KerryIn about two-thirds of the couples who participated, one or both of the partners had doubts. According to the study, men had more doubts than women, with 47 percent of husbands having doubts, and 38 percent of the wives. The researchers found that having doubts before the wedding was a predictor of where the marriage would be four years later. Wives’ doubts were especially indicative of future divorce: 19 percent of couples in which wives had doubts were divorced four years later, but only 8 percent of couples in which wives did not have doubts ended up divorced. Husbands’ doubts did not significantly predict divorce, although divorce rates were somewhat higher among husbands with doubts (14 percent) than husbands without doubts (9 percent). For those couples with doubts who did not divorce, they reported have less satisfying marriages.

The team of psychologists who conducted this research recommends that couples pay attention to strong doubts. Don’t ignore them. While not necessarily a sign that the wedding should be called off, they suggest using those doubts to open the door to dialogue and communication with your partner, facing and resolving issues early on.

If you do find yourself in an unhappy marriage and are considering divorce, talk with an experienced Illinois family law attorney to find out what steps you should take before filing for divorce. Being prepared and well-represented will help ensure a favorable legal outcome.

Divorce May Be Preferable to Marriage Counseling

May 2nd, 2013 at 4:00 pm

Divorce May Be Preferable to marriage counseling IMAGEMany couples turn to couples counseling in an effort to stave off divorce, according to the Chicago Tribune, but according to therapist Pat Love, couples counseling can be like “assembling an airplane in flight.” It’s not always easy, can be highly stressful, and has the potential to be explosive. Therapy isn’t always the answer to solving the problems in a strained marriage—sometimes counselors can “even do more harm than good,” according to the Tribune. When you consider the cost of therapy and the emotional rollercoaster that it can put a couple through, especially a couple already under the duress of an unhappy relationship, seeking the guidance of a qualified divorce attorney may be the better option.

This isn’t to say, of course, that couples therapy doesn’t work, and that there aren’t counseling professionals who do it well. It’s just that, according to the Tribune, many times the people who end up doing couples therapy are “social workers and psychologists” who haven’t necessarily “had much experience with it,” or haven’t necessarily “gone through the specialized course work required of licensed marriage and family therapists.” Love, an Austin-Texas based author of relationship books, said that marriage counselors are often trained to “treat the system, not the symptom.” This can lead to a further split in the relationship because one member of the couple may feel “betrayed, left out, reactive, and not want to come back to therapy.”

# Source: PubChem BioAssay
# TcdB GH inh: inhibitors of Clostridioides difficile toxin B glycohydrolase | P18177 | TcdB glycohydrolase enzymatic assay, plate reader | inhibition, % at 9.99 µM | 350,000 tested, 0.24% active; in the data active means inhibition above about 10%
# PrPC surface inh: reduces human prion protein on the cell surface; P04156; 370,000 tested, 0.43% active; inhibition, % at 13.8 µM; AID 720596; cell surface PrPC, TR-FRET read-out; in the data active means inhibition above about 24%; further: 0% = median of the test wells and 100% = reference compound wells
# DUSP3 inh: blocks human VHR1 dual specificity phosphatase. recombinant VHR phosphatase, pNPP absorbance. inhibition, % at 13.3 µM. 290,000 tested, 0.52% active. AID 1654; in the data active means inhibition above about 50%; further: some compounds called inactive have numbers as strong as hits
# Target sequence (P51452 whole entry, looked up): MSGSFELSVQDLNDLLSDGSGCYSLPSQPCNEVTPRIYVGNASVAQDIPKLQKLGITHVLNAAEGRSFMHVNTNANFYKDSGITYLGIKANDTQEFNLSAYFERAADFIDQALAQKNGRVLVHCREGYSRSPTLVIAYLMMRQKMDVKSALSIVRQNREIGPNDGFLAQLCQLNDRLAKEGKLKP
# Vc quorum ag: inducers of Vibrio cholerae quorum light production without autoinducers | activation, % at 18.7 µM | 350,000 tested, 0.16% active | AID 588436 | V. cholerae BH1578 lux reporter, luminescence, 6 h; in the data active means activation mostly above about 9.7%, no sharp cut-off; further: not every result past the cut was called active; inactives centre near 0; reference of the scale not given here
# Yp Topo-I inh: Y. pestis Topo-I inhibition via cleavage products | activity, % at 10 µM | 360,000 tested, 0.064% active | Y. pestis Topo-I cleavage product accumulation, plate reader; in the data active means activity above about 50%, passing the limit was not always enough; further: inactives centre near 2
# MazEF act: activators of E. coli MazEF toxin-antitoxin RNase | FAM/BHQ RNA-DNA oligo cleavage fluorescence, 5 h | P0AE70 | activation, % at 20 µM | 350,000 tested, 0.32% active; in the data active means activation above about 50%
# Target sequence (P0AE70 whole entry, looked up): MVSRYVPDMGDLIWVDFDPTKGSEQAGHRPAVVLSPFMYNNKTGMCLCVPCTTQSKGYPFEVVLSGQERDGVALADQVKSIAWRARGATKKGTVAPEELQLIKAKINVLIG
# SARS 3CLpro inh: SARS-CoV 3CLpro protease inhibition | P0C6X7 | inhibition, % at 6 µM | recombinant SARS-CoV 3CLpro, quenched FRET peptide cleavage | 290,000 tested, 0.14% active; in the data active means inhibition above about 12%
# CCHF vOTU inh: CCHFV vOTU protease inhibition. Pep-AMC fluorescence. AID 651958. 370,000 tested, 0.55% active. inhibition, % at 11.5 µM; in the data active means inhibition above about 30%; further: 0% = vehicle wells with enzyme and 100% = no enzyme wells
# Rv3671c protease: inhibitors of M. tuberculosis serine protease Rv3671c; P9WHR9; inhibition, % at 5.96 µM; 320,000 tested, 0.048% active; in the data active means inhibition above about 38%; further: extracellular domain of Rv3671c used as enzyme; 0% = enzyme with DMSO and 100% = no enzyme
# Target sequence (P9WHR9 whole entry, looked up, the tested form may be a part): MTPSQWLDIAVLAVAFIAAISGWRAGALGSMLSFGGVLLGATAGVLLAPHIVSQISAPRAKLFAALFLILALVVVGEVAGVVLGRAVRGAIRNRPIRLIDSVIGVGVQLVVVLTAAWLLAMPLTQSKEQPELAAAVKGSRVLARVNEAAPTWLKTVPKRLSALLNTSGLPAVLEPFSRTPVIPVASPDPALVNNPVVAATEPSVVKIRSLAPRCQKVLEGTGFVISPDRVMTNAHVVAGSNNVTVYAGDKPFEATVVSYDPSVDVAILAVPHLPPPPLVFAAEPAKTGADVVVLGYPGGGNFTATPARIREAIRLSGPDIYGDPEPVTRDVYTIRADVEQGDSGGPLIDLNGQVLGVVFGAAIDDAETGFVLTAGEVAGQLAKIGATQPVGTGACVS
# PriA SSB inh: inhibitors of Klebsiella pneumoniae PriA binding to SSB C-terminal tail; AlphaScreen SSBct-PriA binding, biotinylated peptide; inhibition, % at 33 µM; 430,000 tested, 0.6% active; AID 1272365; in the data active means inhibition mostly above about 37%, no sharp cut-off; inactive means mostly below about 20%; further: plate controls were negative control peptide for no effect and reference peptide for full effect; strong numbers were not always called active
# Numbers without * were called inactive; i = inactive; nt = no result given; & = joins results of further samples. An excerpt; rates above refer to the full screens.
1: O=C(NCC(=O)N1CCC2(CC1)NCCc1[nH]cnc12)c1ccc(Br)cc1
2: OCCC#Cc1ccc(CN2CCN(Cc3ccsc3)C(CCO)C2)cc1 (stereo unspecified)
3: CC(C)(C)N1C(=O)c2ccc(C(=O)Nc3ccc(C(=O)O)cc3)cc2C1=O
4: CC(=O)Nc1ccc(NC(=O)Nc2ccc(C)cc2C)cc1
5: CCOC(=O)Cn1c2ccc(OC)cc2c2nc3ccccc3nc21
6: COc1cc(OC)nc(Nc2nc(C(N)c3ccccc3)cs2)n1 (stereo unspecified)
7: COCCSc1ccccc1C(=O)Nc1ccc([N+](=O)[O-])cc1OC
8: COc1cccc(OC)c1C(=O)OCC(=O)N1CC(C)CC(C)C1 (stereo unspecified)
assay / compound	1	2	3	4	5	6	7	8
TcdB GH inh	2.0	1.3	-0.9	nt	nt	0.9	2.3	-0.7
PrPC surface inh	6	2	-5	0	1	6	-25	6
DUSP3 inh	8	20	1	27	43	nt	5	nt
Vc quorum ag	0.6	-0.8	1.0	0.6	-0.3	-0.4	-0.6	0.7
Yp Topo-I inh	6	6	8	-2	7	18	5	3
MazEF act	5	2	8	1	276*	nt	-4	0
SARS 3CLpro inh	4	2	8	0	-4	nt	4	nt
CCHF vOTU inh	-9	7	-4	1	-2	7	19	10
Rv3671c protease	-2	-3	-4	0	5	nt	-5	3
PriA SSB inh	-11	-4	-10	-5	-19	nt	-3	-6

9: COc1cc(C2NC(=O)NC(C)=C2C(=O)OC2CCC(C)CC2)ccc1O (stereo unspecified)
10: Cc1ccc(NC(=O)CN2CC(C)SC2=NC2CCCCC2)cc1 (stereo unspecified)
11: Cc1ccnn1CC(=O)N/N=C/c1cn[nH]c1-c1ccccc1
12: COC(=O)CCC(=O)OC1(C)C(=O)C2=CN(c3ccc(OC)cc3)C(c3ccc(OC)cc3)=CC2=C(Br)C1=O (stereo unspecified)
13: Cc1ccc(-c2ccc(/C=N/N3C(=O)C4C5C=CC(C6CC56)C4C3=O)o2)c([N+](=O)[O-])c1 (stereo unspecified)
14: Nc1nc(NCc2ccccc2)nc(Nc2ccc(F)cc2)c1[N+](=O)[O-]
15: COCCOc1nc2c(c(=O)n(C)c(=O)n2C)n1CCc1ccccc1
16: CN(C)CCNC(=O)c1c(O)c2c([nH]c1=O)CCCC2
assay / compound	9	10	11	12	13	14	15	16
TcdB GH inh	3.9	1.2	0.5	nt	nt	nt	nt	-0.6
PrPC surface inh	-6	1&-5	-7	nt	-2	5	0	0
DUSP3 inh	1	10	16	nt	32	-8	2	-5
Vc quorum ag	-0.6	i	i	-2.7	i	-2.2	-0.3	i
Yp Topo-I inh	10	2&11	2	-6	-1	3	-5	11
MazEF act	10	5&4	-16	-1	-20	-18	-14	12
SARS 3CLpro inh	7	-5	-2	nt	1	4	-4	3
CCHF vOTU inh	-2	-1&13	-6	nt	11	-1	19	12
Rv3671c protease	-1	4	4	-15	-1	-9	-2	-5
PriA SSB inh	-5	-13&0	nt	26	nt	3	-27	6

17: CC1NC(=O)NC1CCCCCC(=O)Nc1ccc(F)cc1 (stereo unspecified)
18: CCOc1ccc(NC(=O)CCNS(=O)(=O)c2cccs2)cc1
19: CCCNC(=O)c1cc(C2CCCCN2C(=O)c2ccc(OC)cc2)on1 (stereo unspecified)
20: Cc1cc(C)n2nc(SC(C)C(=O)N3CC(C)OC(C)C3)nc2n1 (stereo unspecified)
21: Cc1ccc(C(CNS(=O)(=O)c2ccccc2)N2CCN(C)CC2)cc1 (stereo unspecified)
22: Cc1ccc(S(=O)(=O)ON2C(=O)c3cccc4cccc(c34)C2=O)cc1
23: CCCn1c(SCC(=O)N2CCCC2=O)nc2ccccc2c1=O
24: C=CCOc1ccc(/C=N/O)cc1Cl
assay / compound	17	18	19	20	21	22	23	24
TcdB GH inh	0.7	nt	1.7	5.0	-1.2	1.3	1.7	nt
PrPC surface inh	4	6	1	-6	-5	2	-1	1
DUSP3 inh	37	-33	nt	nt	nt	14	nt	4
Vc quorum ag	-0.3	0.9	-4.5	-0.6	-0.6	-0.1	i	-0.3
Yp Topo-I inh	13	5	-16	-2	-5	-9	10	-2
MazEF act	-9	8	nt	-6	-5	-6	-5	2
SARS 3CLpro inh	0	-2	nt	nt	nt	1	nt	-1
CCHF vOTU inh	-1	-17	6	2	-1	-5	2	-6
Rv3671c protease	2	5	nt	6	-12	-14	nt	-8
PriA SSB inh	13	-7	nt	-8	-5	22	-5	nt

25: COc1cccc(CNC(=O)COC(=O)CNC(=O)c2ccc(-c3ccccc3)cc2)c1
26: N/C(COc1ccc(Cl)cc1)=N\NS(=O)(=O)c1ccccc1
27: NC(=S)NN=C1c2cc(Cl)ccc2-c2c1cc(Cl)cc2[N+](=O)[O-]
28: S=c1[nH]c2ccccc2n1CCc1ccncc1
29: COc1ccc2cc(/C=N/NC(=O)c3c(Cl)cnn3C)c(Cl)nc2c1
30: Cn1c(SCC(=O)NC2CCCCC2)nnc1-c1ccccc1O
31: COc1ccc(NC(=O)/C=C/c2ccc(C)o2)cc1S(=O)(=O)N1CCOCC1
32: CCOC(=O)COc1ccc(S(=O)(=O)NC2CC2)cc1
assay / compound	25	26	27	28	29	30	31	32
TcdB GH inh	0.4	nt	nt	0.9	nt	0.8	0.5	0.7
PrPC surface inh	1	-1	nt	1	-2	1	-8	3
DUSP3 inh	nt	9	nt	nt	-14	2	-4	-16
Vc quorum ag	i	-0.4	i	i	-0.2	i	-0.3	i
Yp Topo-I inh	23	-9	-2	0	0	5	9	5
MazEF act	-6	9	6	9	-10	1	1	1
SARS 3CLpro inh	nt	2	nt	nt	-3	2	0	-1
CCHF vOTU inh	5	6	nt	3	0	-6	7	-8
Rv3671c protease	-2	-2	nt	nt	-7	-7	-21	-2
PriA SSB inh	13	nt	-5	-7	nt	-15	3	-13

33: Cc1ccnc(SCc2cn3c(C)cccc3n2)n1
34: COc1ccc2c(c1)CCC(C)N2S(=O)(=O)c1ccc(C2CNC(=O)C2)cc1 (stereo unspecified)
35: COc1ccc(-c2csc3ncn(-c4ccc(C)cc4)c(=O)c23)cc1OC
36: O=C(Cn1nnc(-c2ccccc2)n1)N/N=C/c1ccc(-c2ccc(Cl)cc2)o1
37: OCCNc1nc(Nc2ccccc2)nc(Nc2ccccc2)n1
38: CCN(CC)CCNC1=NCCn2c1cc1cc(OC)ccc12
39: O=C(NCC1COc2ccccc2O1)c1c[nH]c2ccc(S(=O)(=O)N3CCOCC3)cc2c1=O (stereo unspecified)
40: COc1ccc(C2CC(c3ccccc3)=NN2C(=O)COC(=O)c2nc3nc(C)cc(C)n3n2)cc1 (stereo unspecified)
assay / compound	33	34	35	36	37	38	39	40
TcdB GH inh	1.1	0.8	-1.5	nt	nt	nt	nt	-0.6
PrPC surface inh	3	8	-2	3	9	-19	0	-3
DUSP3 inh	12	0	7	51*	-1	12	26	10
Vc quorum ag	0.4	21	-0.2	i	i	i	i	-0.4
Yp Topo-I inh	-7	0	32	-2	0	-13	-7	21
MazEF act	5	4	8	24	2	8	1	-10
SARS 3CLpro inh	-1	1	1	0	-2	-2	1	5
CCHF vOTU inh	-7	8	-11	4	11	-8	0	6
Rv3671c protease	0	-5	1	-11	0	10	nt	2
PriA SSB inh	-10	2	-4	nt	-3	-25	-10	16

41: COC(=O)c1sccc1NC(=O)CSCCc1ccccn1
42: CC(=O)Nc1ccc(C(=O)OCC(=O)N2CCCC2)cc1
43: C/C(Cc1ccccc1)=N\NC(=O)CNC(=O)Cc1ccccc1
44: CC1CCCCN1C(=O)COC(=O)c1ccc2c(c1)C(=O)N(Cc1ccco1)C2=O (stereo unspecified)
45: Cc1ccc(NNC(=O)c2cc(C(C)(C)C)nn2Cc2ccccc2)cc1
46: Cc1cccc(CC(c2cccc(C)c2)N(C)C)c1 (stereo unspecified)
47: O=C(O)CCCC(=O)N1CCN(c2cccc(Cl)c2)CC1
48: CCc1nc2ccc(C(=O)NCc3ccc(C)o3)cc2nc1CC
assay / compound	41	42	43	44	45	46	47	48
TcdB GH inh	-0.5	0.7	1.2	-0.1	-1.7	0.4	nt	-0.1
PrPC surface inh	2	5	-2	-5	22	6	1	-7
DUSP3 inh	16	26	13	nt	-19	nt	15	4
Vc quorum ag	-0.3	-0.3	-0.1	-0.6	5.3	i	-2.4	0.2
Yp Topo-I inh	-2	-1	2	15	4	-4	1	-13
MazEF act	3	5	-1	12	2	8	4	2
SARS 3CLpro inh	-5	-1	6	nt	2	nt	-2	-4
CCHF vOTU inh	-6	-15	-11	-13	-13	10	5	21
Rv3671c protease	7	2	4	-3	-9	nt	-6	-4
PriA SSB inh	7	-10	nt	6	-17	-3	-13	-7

According to, “marriage counseling fees and rates usually fall somewhere between $75 on the low side of the spectrum and $200 on the high side—and these fees are per hour.” This is a costly expense, especially if one reason for dissent in the marriage to begin with is money, as it often is. Unless you’re absolutely sure that there’s something to salvage in the relationship, therapy could be a waste of time and money, and divorce could be the better road to take.

If you or someone you know is considering marriage counseling or divorce, be sure to speak with a qualified divorce lawyer at the beginning of your deliberation. Don’t go through it alone. Contact an experienced Chicago-area family law attorney today.


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Bill O’Reilly has Tough Custody Battle with Ex

April 22nd, 2013 at 9:25 pm

The ongoing custody dispute between Bill O’Reilly and his ex-wife Maureen McPhilmy becomes more acrimonious by the day. Some media outlets are reporting that O’Reilly has even tried to have his former wife ex-communicated from the Catholic Church, the religion they both practice.

Bill OReilly 3.20.2013.Kerry. KH DivAccording to reports in TV Guide and Hollywood Gossip, the couple, who have two teenage children together, separated in April 2010 and divorced in September 2011. They had originally agreed to shared custody of their children, but a month after the divorce, McPhilmy filed motions for sole custody after learning that O’Reilly had hired the children’s therapist, a woman they had agreed would be a neutral arbitrator in any ongoing disputes, to be the children’s nanny. The motion, which was filed under Anonymous 2011-1 v Anonymous 2011-2, was originally rejected by the lower court and went all the way to the appellate court. The appellate court agreed that there should be a hearing to determine if the original custody agreement had been violated by O’Reilly. That hearing was heard in October, but no decision has been made yet.

McPhilmy has since remarried, to a Nassau County Police detective. In 2011, O’Reilly allegedly used his connections with the Nassau County Police Department to try to launch an internal affairs investigation into McPhilmy’s then new boyfriend. Currently, the New York Civil Liberties Union is involved in a lawsuit against the NCPD for access to public records, including O’Reilly’s correspondence with former commissioner Lawrence Mulvey, about the episode. The case is on appeal to the Second Department of New York Supreme Court’s Appellate Division.

Now O’Reilly is being accused of using his influence in the church (O’Reilly donated over $65,000 to New York Catholic parishes and schools in 2011.) to have his McPhilmy excommunicated. She has been formally reprimanded in writing by her church for continuing to take communion at her Long Island parish despite having been divorced and remarried (not allowed in the eyes of the church). The reprimand also instructed her to stop telling her children that her “second marriage is valid in the eyes of God” and warned her that if she didn’t comply, harsher measures may be in order.

Ironically, O’Reilly is in the process of trying to have his fifteen year marriage annulled in the church.

This case is a perfect example of how custody battles don’t always end when the ink on the divorce papers are dry. If you are having custody issues, contact a qualified Chicago attorney to represent you.